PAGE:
Seattle Bans Evictions Additional Six Months

Posted By: Brett Waller Advocacy News , COVID-19 Resource Center ,
On Monday May 4, the Seattle City Council passed an ordinance that extends the eviction moratorium for nonpayment an additional 6 months after the Mayor's eviction moratorium terminates. Currently, the city of Seattle's eviction moratorium is set to expire on June 4. This is the same date the Washington state eviction moratorium is set to expire.  

A copy of the ordinance can be found here.  

The law applies to any tenant who fails to pay their rent, or who habitually fails to pay their rent on time and requires the tenant to provide a declaration or self-certification that they "suffered a financial hardship and are therefore unable to pay their rent."

The law also requires the following statement to be included in any 14-day notice served on tenants "“If you cannot pay rent, during or within 6 months after the end of the Mayor’s moratorium on evictions, your inability to pay is a defense to eviction that you may raise in court.” It is an additional defense to eviction if this statement is not included in the Notice.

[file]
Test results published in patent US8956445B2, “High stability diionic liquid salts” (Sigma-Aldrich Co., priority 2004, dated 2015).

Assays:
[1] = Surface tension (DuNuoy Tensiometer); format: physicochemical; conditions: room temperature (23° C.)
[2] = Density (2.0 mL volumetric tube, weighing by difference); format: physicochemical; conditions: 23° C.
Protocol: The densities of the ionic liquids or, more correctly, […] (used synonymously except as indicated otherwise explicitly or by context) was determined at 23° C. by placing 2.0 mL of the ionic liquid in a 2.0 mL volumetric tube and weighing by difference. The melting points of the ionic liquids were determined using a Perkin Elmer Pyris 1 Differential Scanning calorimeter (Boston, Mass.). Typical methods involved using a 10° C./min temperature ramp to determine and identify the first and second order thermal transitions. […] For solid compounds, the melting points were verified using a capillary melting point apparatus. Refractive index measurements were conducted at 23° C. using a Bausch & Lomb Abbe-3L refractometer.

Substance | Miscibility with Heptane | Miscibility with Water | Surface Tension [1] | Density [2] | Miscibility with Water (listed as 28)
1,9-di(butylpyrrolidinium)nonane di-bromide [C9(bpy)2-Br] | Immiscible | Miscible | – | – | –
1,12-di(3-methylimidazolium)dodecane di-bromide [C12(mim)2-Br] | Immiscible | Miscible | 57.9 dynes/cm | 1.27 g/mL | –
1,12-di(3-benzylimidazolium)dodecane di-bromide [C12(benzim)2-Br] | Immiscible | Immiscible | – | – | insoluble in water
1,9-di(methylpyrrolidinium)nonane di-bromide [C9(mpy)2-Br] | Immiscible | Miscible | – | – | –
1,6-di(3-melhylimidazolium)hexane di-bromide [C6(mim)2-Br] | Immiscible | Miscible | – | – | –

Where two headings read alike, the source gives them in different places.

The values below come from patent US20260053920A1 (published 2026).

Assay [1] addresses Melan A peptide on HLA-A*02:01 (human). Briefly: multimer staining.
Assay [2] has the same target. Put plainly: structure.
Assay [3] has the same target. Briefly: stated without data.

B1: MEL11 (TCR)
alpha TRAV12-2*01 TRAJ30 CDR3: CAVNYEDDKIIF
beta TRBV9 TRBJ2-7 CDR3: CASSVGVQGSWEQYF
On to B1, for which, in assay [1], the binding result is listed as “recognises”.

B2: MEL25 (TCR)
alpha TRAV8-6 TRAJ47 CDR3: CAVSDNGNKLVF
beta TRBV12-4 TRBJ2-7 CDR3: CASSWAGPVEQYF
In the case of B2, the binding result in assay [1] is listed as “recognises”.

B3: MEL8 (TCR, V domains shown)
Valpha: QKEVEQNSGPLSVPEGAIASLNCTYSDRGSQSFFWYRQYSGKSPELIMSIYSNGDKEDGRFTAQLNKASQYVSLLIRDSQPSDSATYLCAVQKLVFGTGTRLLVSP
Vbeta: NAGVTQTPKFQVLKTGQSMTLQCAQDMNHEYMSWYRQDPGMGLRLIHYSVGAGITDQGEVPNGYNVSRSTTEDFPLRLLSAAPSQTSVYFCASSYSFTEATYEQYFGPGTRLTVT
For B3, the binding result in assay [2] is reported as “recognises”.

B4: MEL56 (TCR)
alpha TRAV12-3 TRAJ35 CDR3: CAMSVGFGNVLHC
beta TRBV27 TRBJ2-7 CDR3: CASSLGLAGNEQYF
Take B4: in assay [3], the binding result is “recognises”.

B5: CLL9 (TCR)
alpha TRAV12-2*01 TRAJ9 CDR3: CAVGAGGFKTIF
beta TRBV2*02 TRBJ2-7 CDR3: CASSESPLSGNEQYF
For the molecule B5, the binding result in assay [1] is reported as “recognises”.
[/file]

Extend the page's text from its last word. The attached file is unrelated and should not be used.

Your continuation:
***Both the City of Seattle's moratorium and the state moratorium, prohibit housing providers from serving a 14-day notice to pay or vacate. This prohibition will extend until at least June 4, 2020.***  


Finally, the law prohibits the already limited instances when attorney fees and costs can be awarded to housing providers in any nonpayment eviction, but goes further to prohibit a judgment for court costs.  

While we strenuously opposed this legislation, we were hopeful public leaders would balance the needs of rental residents experiencing direct effects of COVID-19 with the needs of property owners to continue standard operations and maintenance of multifamily buildings, and focus on preserving the tenancy prior to further regulating the already difficult eviction process. We believe all public leaders must focus on creating rental assistance opportunities during this unprecedented time. Unfortunately, this law does not support rental residents who are unable to pay their rent now. It simply pushes the can down the road and increases the resident's rental financial obligations at a future time, when the obligation will be insurmountable and  rental assistance programs stretched. 

Up next, the Seattle City Council will consider regulatory payment plan requirements and seek efforts to prevent housing providers from accessing eviction history data. The WMFHA advocacy team is working to address our industry's concerns and opposition of these council bills prior to their full Council vote.  

If you have questions about this law, or the others that are proposed, please contact Brett Waller.